Thursday, February 04, 2016

thinking about a rainy day

The skies are a glorious cornflower blue... 

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... and so it's ironic that I begin the day with musings about rainy days. Of a type.

It's different in Poland, I say to Ed.

This phrase comes up repeatedly in my conversations with him and it does again over breakfast this morning (a meal in the sun room!).

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How so?
Well, take the village where my grandparents lived. So there was a neighbor across the road. She took in kids during the summer months. She had a daughter. Well, of course, she's long gone.

Who, the daughter?
No, the woman across the road. We knew her well, because we spent all our summers there.
You knew the daughter?
No, actually the granddaughter, who was from the city of Lodz. 
She wasn't from the village?
No, neither was her mother.

So who lived across the road?
Well, the mother's mother, but that's not the point. The point is that the daughter moved to the village when her mother died.
The one whom you knew? From Lodz?
We didn't know her really, but we knew her daughter, who, by the way, herself has a daughter. Who lives in Sweden.
I'm confused! Who lives in Sweden?
The daughter's daughter and her daughter. Why is this so hard??? 

By now, we're laughing so much that tears stream down the face.
A few sips of coffee, a wipe of an eye, I continue.
Should I use names? Maybe it'll be easier if I use names.
I can't remember Polish names!
Alright, let's start again. The grandma in the village dies, the retired daughter moves to the village house, she has a stroke.
She goes to Sweden, right?
Wrong. She stays in Poland, near the village and is well cared for in the regional facility there. The point is it's still part of the social contract: elder care is not the huge financial drain that it can be in this country.
(At least not at this stage of the game.)

It is, of course, a matter of agreement with those who govern: what do you expect to have at various stages of the life cycle? Here, in the States, I think most would like to believe in opportunity. But as you get older and as your chance at opportunity diminishes, you realize that if you've been prudent, you've spent your life saving for your kids' college and once that's done with (and assuming calamity doesn't strike), you have to start worrying about retirement and, too, about long term care -- should you be so unlucky as to need it.

In other words, I am struck by how financially draining are those stages of life (your kids' college, your long term care) that actually have very little to do with your own daily tasks in the healthier years of your life. In a sense, the prudent person, unless she or he is wealthy, should always save (in a volatile market no less!) for the rain rather than for the sunshine.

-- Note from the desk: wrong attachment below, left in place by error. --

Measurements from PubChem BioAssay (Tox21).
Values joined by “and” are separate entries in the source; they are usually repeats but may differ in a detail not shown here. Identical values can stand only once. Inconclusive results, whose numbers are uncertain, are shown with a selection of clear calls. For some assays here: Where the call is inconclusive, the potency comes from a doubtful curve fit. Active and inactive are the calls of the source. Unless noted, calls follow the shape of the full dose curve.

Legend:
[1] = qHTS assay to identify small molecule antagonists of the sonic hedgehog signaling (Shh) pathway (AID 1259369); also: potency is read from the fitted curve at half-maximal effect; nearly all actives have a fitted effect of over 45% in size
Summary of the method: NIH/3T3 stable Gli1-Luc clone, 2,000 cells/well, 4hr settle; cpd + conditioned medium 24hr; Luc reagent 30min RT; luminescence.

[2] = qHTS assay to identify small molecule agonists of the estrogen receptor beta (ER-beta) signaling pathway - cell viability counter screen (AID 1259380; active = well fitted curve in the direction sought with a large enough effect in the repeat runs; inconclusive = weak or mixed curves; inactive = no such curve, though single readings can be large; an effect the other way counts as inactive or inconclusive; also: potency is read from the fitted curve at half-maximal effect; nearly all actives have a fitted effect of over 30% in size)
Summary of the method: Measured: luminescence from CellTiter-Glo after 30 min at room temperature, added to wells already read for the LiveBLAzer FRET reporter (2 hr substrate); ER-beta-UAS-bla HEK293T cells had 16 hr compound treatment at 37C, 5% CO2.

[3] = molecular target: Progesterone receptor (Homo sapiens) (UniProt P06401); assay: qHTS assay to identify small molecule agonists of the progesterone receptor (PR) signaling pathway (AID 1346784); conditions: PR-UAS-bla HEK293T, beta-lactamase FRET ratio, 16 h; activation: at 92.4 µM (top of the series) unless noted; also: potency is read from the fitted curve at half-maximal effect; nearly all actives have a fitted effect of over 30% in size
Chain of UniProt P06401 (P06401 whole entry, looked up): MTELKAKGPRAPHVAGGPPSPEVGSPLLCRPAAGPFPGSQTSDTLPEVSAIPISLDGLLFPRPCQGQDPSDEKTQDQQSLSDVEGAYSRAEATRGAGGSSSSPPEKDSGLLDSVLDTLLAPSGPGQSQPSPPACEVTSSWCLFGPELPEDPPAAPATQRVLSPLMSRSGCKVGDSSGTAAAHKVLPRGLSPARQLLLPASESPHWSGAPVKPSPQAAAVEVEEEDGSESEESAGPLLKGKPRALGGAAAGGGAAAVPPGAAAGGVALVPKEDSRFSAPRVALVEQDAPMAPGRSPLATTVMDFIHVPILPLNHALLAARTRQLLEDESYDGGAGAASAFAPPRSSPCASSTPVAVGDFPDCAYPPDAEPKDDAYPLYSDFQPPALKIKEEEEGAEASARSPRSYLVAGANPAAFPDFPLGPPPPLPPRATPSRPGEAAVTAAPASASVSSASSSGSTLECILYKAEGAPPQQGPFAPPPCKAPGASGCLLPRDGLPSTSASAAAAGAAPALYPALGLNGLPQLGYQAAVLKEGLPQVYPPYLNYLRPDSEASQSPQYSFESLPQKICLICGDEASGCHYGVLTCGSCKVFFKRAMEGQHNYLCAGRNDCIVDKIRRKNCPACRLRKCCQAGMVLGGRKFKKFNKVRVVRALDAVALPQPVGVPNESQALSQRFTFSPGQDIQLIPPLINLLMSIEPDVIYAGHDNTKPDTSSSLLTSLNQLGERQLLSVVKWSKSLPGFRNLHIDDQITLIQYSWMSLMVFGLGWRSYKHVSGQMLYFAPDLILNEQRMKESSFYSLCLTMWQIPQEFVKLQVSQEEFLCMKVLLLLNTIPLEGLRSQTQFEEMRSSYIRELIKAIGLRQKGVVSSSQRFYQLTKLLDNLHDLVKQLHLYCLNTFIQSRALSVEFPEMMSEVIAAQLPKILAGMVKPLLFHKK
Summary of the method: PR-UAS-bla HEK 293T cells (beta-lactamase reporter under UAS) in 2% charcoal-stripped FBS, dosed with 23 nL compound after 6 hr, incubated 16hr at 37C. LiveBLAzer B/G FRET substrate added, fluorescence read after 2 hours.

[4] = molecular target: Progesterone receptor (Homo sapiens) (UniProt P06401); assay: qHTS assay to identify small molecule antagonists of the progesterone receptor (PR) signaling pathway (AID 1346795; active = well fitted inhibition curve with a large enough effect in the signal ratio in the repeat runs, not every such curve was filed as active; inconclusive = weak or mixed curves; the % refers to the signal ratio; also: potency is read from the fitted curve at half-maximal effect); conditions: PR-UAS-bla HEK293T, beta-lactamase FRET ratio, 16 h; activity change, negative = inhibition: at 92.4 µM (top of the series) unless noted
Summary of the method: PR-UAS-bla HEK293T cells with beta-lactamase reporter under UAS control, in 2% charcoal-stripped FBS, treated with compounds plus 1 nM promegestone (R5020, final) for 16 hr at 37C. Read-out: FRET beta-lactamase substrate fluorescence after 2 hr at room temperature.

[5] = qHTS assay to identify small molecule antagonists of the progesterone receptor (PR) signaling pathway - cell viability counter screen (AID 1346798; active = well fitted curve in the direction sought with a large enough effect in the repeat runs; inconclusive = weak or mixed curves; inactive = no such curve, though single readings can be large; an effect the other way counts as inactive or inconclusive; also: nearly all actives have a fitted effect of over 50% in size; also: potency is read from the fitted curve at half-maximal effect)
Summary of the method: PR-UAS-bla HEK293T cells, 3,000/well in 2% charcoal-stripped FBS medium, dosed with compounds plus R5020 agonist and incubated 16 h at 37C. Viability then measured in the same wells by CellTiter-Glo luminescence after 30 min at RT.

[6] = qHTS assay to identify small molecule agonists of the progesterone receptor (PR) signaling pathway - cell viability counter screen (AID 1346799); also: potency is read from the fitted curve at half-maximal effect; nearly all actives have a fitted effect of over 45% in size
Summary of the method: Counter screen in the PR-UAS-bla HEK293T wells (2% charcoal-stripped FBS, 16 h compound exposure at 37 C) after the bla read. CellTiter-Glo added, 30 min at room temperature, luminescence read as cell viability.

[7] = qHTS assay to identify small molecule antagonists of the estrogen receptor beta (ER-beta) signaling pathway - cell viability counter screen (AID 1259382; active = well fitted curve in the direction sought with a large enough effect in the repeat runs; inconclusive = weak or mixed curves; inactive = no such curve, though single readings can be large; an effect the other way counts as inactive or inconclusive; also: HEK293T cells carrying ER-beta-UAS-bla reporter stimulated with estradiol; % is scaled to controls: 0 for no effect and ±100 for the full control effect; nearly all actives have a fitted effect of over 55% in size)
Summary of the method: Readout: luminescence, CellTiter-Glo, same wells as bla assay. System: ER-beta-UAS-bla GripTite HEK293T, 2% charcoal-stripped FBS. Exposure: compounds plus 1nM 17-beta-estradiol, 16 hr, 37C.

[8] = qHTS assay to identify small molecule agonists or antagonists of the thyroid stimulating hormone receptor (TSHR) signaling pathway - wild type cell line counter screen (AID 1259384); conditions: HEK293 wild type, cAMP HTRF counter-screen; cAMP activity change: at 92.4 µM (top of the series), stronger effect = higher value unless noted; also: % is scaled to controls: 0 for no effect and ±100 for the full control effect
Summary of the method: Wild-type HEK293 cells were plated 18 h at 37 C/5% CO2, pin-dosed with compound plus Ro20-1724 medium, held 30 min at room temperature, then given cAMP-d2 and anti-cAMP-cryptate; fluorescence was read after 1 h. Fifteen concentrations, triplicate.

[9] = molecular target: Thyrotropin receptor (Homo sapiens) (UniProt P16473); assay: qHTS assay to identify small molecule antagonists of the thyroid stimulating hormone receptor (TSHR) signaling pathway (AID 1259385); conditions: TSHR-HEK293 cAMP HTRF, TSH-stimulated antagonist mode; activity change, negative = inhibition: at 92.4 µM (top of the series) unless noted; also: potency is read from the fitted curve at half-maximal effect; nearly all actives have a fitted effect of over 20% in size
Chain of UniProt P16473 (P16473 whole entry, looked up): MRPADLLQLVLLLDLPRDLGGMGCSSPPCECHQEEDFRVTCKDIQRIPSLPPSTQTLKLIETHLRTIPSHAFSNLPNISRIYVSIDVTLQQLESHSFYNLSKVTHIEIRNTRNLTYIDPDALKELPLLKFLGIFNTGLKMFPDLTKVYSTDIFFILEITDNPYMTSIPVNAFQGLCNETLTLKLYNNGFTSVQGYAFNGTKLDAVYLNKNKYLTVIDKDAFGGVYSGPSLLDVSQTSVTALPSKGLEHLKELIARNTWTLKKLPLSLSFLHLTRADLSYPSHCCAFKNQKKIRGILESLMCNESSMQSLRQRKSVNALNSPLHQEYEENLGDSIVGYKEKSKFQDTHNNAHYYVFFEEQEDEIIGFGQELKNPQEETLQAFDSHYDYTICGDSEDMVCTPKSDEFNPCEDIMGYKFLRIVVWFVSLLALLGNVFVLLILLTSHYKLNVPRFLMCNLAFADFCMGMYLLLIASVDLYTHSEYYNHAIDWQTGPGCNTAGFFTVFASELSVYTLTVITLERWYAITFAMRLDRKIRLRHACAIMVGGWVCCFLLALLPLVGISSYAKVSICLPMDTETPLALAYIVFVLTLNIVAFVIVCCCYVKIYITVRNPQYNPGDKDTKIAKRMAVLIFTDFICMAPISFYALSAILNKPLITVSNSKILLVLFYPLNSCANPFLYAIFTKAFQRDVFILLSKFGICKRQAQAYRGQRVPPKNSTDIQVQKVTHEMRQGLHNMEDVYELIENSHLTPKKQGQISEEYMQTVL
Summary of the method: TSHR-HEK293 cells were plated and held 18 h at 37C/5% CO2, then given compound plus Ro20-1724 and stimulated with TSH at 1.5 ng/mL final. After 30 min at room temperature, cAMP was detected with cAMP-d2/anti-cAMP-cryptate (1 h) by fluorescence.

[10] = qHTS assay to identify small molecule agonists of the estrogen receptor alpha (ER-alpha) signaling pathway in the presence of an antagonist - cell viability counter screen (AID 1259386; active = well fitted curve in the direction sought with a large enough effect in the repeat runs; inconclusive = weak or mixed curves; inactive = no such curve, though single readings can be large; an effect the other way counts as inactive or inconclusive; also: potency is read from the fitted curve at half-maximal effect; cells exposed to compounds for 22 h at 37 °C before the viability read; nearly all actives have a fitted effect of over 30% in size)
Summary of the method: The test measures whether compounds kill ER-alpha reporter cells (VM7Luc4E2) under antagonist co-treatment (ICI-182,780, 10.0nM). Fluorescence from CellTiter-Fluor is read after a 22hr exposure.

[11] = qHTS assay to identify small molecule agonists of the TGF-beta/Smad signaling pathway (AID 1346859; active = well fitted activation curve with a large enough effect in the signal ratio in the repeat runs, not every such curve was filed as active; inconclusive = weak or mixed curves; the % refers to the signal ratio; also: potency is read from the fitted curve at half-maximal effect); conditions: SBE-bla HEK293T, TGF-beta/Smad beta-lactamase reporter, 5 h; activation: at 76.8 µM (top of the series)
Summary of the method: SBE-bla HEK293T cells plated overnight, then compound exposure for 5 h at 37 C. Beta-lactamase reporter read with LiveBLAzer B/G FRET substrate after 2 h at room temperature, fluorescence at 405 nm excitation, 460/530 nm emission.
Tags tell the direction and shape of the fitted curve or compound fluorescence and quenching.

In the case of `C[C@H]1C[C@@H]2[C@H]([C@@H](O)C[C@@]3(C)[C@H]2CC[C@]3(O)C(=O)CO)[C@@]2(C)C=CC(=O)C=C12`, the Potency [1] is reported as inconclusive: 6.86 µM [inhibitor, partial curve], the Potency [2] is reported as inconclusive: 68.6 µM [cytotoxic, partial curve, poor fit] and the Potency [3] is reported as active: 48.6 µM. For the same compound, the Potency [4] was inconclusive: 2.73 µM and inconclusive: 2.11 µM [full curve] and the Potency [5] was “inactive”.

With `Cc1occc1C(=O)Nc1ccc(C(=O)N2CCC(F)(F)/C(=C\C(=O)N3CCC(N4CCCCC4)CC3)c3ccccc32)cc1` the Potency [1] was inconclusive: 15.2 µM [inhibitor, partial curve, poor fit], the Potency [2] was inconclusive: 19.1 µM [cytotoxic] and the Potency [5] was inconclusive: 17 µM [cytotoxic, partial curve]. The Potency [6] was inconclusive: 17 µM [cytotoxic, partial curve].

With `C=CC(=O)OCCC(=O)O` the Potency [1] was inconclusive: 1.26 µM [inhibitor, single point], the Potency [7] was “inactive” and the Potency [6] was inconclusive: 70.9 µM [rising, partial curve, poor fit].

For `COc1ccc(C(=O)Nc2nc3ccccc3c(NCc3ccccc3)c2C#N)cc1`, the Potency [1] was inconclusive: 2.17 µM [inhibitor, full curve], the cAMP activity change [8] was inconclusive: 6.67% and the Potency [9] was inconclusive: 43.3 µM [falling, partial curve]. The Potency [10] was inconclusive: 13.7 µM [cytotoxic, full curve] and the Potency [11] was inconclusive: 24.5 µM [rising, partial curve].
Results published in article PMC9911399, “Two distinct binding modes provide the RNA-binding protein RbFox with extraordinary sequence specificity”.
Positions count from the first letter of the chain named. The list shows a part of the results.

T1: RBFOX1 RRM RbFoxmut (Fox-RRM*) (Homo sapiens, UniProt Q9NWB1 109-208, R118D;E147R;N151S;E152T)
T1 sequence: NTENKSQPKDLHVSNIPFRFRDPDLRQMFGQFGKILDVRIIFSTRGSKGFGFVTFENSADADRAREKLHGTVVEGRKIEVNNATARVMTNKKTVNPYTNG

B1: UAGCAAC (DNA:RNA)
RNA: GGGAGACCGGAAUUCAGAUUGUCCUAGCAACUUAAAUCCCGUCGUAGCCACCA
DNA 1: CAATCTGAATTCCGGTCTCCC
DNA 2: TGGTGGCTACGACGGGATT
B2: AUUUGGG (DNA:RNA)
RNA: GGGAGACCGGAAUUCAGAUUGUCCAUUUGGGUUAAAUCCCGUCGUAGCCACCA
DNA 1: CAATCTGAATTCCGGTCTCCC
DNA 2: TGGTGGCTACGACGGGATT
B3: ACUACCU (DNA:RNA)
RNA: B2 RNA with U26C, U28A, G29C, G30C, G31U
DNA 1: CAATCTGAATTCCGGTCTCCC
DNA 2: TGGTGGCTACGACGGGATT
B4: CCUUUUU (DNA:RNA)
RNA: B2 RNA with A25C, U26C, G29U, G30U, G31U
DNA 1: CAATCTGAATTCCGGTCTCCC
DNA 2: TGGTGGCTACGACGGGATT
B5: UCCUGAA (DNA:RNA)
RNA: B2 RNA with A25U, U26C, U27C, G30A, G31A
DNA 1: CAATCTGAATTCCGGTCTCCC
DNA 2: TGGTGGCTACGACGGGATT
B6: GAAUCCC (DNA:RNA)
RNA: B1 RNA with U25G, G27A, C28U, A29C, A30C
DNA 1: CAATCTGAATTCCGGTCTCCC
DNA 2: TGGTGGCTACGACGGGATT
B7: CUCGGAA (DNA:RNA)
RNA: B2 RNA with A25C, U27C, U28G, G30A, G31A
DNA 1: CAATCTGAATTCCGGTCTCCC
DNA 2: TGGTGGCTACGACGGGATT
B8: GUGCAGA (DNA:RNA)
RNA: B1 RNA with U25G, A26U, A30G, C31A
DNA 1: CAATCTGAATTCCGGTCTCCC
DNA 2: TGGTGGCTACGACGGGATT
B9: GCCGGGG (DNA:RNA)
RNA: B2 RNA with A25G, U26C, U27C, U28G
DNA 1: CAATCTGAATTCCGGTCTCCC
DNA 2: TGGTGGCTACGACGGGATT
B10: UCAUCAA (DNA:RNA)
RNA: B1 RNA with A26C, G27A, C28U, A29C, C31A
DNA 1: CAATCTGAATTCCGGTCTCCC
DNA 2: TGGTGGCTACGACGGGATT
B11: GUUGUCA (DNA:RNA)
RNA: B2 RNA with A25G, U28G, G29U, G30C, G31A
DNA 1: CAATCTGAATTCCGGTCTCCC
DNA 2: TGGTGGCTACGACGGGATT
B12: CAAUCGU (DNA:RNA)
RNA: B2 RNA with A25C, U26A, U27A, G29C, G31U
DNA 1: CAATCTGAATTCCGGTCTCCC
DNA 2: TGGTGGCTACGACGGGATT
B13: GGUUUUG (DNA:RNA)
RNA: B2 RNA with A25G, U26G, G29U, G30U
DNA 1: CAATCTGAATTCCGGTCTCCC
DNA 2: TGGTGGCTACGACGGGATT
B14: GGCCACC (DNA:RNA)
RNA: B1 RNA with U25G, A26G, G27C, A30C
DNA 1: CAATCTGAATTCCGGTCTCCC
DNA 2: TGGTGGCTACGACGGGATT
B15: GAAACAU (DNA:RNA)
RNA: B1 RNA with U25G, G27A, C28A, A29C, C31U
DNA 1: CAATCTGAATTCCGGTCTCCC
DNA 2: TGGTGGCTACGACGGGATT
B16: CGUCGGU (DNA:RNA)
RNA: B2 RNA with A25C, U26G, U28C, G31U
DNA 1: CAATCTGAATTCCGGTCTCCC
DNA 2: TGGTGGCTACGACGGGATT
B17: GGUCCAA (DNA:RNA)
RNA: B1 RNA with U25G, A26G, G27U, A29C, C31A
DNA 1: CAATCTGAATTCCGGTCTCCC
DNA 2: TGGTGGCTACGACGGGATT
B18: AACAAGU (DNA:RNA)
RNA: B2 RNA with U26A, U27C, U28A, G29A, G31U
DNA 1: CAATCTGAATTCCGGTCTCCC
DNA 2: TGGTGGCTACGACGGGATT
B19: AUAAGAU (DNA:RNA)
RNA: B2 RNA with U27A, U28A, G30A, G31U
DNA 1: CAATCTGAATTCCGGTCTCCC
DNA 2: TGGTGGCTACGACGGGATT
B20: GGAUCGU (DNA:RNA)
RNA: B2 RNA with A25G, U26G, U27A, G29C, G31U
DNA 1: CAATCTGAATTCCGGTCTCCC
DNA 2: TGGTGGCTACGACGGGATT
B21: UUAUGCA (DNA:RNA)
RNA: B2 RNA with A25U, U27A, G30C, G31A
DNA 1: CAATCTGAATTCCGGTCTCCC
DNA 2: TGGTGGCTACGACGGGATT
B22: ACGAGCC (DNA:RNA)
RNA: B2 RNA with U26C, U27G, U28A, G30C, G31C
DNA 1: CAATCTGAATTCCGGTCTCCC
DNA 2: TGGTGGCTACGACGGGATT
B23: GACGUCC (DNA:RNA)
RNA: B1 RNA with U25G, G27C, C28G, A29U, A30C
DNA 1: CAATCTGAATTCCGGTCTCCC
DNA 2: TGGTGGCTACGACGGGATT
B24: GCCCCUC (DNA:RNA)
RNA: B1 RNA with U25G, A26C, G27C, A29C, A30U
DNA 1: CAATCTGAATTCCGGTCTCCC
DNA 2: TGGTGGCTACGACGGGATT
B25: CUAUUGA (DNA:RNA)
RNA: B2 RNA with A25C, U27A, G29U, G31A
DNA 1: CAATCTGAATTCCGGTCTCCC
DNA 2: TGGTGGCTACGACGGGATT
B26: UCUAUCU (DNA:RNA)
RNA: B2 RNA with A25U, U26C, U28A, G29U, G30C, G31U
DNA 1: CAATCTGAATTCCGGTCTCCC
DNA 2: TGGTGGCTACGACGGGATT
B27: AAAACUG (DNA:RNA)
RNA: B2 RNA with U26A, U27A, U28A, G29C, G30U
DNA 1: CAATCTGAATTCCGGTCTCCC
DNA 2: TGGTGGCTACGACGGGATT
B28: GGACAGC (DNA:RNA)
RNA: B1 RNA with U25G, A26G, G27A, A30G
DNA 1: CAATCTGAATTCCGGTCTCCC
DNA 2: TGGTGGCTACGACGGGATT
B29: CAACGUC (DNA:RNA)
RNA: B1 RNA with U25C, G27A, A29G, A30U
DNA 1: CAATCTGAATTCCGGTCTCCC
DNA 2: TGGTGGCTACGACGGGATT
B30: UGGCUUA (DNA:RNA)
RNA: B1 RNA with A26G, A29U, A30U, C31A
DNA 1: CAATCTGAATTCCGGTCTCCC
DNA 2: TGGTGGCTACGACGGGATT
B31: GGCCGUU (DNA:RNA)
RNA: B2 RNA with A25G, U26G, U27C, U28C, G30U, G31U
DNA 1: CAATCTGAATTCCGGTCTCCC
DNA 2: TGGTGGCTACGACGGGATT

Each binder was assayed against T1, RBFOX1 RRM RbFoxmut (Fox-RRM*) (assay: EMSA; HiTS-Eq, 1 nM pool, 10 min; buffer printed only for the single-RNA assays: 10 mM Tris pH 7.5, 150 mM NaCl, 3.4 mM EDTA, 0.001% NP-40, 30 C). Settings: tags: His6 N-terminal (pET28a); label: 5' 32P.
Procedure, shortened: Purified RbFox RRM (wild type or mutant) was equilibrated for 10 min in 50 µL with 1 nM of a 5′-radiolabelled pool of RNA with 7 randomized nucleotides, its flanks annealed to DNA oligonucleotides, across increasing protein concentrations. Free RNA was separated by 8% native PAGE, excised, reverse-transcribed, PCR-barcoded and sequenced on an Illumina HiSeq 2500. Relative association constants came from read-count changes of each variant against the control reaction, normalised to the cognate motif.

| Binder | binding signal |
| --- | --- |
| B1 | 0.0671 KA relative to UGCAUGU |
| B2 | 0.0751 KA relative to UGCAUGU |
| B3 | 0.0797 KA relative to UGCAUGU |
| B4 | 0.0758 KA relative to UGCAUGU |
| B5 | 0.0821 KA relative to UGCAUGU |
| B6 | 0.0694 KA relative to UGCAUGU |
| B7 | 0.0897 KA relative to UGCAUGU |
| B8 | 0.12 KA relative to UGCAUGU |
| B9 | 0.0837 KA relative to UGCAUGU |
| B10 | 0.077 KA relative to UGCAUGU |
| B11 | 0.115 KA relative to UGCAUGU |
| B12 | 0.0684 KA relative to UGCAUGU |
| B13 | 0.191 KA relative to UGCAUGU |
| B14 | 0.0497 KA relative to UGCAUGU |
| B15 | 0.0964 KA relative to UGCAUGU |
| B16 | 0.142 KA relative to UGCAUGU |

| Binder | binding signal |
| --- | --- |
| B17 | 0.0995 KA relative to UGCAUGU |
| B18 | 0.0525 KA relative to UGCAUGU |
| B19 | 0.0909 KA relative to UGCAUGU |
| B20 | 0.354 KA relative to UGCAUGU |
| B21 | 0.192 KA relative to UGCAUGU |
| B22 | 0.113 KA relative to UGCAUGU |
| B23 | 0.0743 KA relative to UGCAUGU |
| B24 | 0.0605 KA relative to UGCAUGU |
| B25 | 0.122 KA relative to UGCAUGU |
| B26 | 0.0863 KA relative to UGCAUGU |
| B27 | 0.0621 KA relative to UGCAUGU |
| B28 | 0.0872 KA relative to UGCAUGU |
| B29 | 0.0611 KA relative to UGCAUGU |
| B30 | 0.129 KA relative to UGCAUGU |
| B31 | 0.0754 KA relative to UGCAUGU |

By choosing to travel as much as I do, I am, no matter what my other frugalities, only somewhat prudent. Perhaps I am still just a tad used to the old Polish way, where you never expected things to go especially right or especially wrong -- you just took one day at a time and did the best you could with that day. So, as I say to Ed this morning -- it's different here. Americans should never quit worrying about the future.   

Sometimes it's good to be an immigrant -- you leave your old country, but never fully. You buy into the new way of life, but you don't forget your lessons. But though you live under the weight of the past, you also carry the hope and the belief in a good future.

And speaking of future, I should now turn to my day with Snowdrop.

Hi, grandma!

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She plays with oranges while I make tea.

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She doesn't exactly turn quiet just because I want to sit with my cup...

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... still, there are moments when I can just hang back and watch.
(Hmmm, does she need another haircut?)

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You have to wonder -- when does worry start, for the average, healthy kid, coming from a stable home? Not too soon, I hope. Not too soon.

Afternoon. You know you've been housebound too long when you take many minutes to ponder over whether your grandchild has a gene that allows the tongue to roll (I know, I know -- it's genes and the environment, like so many things in life, but the fact is -- I cannot do it, I could never do it and I know I'll go to my grave not being able to do it).

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It's not exactly cornflower blue out there anymore and there is even the occasional flake (it's just below freezing), but it's good enough for us! We walk to the lesser lake.

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(I ask her -- where's the lake, Snowdrop? She laughs and points to me. Do one year olds know how to joke?)

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On the return, I am tempted again by the coffee shop we pass. She is too, I can tell! I buy a macchiato and a cookie. The cookie is really for Ed, but she is given a crumb (unfortunately for Snowdrop, I'm not the grandma who is likely to spoil her with lots of sweet treats).

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Though honestly, she loves the smiling faces around her as much (more?) as the cookie. Not to say that she doesn't like the cookie!

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She lets me know that she had a really good time. She is a girl who does not hide her excitement in life.

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And that's just such a good thing. Excitement about a cookie, about a smile in the cafe. Whoa -- such a very good thing.